Iver, Parish Church of St. Peter

Fittings—Bells: modern, bell-frame, old. Bracket: on E. wall of N. aisle, small, of stone, carved with a rose, late 15th-century. Brasses: In the chancel—N. side, in slab of Purbeck marble, formerly the top of an altar tomb, (1) of Richard Blount, 1508, and Elizabeth, his wife, daughter of William Forde, figures of man in armour, woman in pedimental head-dress, three sons and three daughters, four scrolls with prayers, four shields of arms, marginal inscription in Latin, black-letter, imperfect; S. side, (2) to Joan, wife of Henry Moncke, of 'Ivor', 1601, and their three sons, inscription and five shields with arms. In nave—central gangway, (3) to Raufe Awbrey, 'late chief clerk of the kitchen to Prince Arthur', late 15th-century. Doors: in S. doorway, of oak battens on square frame, with strap-hinges, and original escutcheon: in W. doorway, similar, double: in second stage of tower, at foot of stairs, of oak battens, with strap-hinges; all late 15th or early 16th-century. Font: of Purbeck marble, square bowl, tapering sides with grooved lines, zig-zag between two horizontal lines, circular basin, spandrels fluted concentrically with basin, circular stem, four small circular shafts at angles, 12th-century, capitals and bases of shafts, modern. Monuments and Floor-slabs. Monuments: In chancel—on N. side, (1) to Mary, wife of Sir William Salter, knight, 'one of his Majestie's carvers in ordinary', daughter of Thomas Sherland of Welshall, 1631, half-figure, with cherub on each side, under semi-circular arch and broken pediment with achievement of arms over it, base flanked by Doric columns; on base, in relief, kneeling figures of two sons and three daughters; figures of lady and cherubs in white marble, rest of monument in Totternhoe stone; (2) mural tablet to Elizabeth, wife of Edward Kedermister, grand-daughter of Edmund Waller, 1659; (3) mural tablet to Sir Edward Salter, 1648. In nave—on N. wall, E. end, (4) tablet to Mary, daughter of Edward Blount, 1681, and to her father, 1685; (5) tablet to Elizabeth, wife of Robert Bowyer, 1667, to Henry, their third son, 1675, to William Truelove, husband of Mary, their eldest daughter (see below), 1677, to Martha Bowyer, another daughter, 1681, and to Mary Truelove, who erected the tablet, d. 1684, arms over tablet. In S. aisle—on S. wall, (6) of John King, 1604, small kneeling figure between two obelisks, inscription recording violent death; under it representation, in low relief, of two trees and two hands joined together, with two shields suspended from them; (7) of Anna, wife of Robert Melinge, and sister of John King, 1610, kneeling figure, hands missing, inscription almost illegible, achievement of arms. In churchyard—on S. side, (8) tombstone to Thomas Spurling, 1658. Floor-slabs: In chancel—near S. door, (1) to Sir Edward Salter, knight, 'carver in ordinary to King Charles', date obliterated; in front of communion table, (2) to Bryan Salter, 1663; in centre, (3) to Barbara, the mother of Jane, wife of Thomas Beringer, 1663, and to Jane the daughter, 1681, with arms; (4) to Nicholas Grice and Elizabeth, his wife, 1679, with arms, (5) to Alice, wife first of Charles Harvie, of London, fishmonger, and afterwards of Richard Cutt, 'merchant adventurer and goldsmith', of London, daughter of Ralph Houghton, 1634, with arms; on N. side, (6) slab covering vault of Edmund Leigh, 1674. In S. aisle—(7) slab covering vault of Valence Grice, 1688. Painting: on arches and capitals of N. arcade, remains, much restored. Piscinæ (see also Recess): in the chancel, double, with trefoiled two-centred arches, richly moulded, small shafts, moulded and foliated capitals and moulded bases, 13th-century, round basins possibly modern: in N. side of E. respond of N. arcade, with trefoiled square head, 15th-century, no basin. Pulpit: hexagonal, with raised bolection-moulded panels, on each side cherub's head and a swag, moulded top and base, late 17th-century, originally a three-decker; stairs and balusters original; now in vestry—sounding-board, hexagonal, and panelled standard with enriched scrolls. Recess: in S. aisle, with semi-circular head, possibly for piscina, late 15th-century, sill apparently old. Screen: against S. wall of S. aisle, half bay of rood-screen, lower part with close panels and tracery, moulded and embattled rail, upper part with four cinque-foiled ogee openings and tracery, shaft, formerly supporting vaulted loft, with moulded capital and base, 15th-century. Sedilia: in chancel, in range with piscina, three stepped seats separated by detached shafts with moulded capitals and bases, easternmost seat with trefoiled head, others with pointed heads, all richly moulded, label continued over piscina, 13th-century, W. respond and capitals of shafts modern. Tiles: in floor of chancel, with fleur-de-lis and circular designs, mediæval, worn. Miscellanea: in W. tower, near font, fragment of altar tomb, square, with lozenge-shaped panel, enclosing quatrefoil with shield, plain spandrels, of stone, reddened apparently by fire: in angle of tower and S. aisle, outside, stone coffin.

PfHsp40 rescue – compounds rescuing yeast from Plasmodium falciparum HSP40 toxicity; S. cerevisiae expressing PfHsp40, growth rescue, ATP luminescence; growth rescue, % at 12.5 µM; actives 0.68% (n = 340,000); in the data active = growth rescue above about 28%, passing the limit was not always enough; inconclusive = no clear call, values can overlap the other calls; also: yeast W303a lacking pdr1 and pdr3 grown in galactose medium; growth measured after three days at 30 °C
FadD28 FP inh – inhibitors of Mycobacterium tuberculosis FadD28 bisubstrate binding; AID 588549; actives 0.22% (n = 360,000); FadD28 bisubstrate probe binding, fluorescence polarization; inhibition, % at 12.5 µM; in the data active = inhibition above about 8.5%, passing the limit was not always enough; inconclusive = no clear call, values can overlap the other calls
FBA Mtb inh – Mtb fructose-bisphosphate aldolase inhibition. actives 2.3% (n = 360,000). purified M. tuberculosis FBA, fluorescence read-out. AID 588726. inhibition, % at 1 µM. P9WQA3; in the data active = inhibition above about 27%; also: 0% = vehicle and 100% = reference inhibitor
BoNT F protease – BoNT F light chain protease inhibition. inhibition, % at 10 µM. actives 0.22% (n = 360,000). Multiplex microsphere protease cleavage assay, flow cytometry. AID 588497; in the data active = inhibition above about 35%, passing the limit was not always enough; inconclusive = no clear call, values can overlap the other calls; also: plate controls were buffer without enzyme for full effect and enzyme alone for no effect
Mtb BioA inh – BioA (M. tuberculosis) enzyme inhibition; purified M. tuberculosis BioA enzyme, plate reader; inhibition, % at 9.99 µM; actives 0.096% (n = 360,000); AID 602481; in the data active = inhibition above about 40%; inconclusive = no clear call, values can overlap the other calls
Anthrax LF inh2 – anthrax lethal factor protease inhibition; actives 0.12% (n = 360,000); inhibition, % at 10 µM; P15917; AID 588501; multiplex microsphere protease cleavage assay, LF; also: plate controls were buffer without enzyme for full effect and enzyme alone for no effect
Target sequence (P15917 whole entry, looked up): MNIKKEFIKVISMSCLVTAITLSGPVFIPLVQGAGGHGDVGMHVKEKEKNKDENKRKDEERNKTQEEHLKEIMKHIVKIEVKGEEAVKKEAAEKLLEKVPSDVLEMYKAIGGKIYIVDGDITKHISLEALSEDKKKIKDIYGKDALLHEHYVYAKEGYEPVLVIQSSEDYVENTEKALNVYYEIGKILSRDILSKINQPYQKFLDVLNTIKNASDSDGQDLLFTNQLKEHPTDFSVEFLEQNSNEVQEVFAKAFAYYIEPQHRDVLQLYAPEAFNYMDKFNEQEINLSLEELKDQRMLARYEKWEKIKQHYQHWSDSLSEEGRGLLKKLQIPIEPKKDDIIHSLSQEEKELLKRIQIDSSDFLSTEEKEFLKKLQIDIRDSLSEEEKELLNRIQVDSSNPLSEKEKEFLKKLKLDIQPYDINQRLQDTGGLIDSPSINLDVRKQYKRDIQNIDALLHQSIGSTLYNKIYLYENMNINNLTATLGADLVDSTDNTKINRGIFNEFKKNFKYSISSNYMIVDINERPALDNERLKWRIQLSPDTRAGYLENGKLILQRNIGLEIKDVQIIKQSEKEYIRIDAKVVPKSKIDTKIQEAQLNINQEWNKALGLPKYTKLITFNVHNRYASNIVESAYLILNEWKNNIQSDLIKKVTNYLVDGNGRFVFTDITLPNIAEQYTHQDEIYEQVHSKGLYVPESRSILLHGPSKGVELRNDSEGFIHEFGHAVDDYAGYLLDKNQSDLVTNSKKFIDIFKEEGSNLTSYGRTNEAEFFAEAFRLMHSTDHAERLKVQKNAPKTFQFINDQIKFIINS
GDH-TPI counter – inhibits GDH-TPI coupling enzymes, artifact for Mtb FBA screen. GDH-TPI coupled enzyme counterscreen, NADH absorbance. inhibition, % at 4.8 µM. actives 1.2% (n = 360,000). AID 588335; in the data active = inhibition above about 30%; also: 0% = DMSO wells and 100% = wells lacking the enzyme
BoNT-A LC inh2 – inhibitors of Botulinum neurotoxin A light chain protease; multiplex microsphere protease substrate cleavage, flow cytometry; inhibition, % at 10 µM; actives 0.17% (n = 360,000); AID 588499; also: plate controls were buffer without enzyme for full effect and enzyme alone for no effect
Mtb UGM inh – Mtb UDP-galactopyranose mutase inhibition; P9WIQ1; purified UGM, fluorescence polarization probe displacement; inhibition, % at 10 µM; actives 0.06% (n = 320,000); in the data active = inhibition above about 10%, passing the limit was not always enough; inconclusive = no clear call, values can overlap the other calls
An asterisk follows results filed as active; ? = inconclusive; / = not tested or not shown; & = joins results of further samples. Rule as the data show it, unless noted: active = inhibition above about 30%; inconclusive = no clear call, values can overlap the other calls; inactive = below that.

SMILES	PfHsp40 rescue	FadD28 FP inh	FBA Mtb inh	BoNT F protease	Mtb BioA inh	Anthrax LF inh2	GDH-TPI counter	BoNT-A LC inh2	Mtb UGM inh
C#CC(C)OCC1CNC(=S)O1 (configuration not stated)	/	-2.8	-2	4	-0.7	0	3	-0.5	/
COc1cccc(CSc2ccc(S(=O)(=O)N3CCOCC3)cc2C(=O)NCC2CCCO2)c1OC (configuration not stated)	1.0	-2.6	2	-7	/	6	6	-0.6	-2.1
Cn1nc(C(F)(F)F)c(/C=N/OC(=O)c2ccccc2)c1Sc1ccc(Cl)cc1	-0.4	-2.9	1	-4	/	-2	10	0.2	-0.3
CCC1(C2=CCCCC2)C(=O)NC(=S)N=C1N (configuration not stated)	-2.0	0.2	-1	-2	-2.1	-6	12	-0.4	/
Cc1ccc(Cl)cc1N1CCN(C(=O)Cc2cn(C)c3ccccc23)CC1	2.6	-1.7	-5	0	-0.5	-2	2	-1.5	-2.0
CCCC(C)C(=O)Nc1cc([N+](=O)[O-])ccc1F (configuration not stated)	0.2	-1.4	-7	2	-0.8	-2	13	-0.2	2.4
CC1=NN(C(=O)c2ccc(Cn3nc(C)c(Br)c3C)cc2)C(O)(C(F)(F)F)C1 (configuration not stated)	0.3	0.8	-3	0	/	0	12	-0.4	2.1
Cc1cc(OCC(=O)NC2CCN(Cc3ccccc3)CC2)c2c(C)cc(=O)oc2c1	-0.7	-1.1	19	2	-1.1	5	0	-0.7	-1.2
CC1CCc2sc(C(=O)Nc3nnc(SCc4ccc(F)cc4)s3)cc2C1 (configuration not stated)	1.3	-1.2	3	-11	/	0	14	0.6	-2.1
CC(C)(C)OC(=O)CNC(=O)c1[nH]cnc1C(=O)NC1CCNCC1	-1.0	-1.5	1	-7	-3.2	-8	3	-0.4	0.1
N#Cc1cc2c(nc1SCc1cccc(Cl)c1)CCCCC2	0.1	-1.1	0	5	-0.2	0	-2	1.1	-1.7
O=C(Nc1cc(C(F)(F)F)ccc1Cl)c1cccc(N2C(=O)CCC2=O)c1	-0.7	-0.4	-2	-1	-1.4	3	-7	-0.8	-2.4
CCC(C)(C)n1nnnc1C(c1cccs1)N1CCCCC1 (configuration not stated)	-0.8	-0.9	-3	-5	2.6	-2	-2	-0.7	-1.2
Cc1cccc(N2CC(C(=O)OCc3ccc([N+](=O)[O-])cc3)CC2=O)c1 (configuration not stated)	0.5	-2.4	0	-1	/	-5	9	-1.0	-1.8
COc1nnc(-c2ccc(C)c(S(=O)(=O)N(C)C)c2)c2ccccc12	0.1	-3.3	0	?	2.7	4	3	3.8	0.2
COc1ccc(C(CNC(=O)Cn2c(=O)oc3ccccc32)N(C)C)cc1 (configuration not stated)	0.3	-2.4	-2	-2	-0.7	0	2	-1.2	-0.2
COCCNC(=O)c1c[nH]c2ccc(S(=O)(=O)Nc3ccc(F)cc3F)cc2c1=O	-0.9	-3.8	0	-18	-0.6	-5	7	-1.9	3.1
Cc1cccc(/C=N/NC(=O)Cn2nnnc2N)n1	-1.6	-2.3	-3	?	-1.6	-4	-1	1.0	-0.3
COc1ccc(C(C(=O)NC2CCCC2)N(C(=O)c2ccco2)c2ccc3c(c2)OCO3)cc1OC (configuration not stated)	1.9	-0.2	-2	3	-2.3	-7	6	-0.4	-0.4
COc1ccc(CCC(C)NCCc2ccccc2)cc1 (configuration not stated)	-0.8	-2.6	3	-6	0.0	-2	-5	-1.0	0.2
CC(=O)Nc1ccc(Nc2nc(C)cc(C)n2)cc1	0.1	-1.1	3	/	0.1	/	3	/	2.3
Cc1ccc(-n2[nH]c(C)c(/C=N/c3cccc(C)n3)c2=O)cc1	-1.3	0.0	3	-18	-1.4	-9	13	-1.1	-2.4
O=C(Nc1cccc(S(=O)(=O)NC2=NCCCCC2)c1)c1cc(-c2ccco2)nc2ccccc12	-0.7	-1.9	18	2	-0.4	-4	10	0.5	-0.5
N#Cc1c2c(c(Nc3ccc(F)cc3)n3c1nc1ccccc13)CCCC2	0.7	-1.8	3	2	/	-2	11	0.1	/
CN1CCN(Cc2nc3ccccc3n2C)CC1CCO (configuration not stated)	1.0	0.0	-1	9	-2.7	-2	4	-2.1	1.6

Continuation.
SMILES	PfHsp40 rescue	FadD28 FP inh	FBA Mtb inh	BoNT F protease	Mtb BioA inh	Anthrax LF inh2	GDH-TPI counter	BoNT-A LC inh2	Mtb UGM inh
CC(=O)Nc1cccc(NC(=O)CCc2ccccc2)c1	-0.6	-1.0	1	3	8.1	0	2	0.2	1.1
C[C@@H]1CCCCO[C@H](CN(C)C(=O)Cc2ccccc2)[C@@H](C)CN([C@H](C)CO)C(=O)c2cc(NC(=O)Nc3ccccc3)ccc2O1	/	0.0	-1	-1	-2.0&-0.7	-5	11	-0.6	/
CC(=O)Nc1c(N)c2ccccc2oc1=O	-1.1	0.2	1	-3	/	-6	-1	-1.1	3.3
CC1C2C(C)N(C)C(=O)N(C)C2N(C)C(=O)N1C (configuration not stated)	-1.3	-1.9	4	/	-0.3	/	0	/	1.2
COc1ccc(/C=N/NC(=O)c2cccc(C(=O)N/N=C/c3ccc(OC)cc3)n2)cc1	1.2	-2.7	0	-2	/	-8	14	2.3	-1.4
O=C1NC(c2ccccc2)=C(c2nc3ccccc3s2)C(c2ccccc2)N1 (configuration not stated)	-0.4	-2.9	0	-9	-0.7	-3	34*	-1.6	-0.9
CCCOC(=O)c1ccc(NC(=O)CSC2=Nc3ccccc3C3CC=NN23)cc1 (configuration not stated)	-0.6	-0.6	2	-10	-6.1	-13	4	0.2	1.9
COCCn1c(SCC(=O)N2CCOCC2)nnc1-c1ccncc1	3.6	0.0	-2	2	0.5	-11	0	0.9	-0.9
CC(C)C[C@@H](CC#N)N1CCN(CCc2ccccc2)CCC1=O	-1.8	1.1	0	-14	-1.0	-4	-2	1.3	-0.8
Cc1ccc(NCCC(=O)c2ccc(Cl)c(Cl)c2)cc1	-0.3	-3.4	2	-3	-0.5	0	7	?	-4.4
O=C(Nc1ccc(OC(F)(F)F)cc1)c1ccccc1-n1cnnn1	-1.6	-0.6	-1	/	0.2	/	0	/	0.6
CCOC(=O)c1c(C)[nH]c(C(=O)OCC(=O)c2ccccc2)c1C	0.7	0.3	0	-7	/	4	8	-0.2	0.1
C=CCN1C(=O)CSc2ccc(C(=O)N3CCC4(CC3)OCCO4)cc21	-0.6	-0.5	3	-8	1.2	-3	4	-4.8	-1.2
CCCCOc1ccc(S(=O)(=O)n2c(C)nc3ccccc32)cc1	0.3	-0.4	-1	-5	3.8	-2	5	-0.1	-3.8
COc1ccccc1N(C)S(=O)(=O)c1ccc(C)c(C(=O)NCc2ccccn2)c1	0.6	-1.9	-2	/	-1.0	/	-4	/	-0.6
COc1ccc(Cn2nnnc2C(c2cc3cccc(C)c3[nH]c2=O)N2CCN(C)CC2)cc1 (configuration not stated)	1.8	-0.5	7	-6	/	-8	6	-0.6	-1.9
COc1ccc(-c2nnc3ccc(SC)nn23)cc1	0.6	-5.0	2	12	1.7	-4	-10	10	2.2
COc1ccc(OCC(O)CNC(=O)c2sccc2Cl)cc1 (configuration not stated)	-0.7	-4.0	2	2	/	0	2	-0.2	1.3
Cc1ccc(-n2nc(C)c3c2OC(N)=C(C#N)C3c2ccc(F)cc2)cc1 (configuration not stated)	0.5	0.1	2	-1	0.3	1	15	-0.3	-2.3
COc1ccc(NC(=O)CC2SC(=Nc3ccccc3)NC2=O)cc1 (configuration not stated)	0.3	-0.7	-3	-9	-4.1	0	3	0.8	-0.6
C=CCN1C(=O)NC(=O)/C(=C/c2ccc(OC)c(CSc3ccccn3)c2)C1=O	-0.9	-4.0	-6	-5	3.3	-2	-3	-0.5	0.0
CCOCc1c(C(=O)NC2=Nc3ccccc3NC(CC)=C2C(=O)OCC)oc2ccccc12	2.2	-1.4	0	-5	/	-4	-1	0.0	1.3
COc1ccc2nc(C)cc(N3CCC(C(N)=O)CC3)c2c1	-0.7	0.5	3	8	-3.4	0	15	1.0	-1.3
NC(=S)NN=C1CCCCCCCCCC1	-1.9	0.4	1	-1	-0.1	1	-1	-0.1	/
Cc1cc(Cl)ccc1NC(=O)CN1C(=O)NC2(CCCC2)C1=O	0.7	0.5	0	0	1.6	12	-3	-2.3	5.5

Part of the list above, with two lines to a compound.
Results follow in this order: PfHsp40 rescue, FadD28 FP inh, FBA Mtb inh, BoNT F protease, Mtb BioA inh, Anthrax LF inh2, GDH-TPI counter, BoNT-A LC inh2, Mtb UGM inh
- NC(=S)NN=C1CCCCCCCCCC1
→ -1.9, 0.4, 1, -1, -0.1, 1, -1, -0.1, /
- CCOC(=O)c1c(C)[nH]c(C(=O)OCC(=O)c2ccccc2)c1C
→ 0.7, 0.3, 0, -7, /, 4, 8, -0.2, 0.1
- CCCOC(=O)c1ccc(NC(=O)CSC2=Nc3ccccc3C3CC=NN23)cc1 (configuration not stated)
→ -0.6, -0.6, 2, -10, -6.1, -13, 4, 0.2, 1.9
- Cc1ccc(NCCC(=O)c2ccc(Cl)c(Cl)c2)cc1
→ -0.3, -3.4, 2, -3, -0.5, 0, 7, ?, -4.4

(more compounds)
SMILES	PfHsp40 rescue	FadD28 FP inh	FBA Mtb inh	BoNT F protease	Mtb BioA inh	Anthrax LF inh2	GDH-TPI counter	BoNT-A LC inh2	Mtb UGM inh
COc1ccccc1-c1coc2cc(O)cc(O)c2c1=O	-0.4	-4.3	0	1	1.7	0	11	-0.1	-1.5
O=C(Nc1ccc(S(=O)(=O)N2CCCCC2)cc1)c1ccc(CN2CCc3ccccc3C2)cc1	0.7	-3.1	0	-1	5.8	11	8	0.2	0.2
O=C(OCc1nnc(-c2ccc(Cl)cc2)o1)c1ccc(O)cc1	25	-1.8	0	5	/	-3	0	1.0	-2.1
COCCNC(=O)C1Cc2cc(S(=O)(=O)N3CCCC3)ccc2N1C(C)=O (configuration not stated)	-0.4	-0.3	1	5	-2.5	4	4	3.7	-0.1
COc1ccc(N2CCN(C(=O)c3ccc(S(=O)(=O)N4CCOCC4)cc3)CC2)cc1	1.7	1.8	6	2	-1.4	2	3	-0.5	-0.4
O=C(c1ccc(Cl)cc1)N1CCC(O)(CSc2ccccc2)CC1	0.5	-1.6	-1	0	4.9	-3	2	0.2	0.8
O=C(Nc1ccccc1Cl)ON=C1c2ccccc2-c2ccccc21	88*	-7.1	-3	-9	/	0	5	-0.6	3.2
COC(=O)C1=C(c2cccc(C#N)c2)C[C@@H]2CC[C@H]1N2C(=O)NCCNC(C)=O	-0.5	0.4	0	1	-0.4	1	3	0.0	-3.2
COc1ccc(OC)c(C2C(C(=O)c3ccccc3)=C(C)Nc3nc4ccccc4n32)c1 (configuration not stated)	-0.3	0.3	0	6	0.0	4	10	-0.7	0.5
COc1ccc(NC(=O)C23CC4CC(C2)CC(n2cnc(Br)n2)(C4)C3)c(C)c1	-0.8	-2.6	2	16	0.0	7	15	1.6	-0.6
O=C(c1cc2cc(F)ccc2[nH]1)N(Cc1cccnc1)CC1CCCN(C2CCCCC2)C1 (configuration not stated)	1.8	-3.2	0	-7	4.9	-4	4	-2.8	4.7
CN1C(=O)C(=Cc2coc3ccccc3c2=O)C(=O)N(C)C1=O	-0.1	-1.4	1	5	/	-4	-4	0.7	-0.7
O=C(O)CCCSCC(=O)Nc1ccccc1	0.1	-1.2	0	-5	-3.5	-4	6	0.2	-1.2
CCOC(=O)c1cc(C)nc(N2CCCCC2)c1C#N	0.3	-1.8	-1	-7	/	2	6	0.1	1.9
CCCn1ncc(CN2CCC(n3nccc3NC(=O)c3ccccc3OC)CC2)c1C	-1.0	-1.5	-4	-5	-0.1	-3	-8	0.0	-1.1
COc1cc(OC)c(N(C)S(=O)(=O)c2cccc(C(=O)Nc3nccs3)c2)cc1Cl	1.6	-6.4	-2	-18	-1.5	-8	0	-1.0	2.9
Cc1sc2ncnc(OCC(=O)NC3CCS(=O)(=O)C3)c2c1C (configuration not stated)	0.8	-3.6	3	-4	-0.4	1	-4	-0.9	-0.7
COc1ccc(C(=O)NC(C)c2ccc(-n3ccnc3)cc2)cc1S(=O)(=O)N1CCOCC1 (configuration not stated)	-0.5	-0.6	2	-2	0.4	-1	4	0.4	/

Condition—Generally good; stonework of 14th-century window in N. wall and 13th-century lancet window in S. wall of chancel, badly decayed; the 15th-century windows in aisles and bell-chamber damaged by restoration with Roman cement.


a(2). Homestead Moat, at Shreding Green Farm, ¾ mile W. of the church.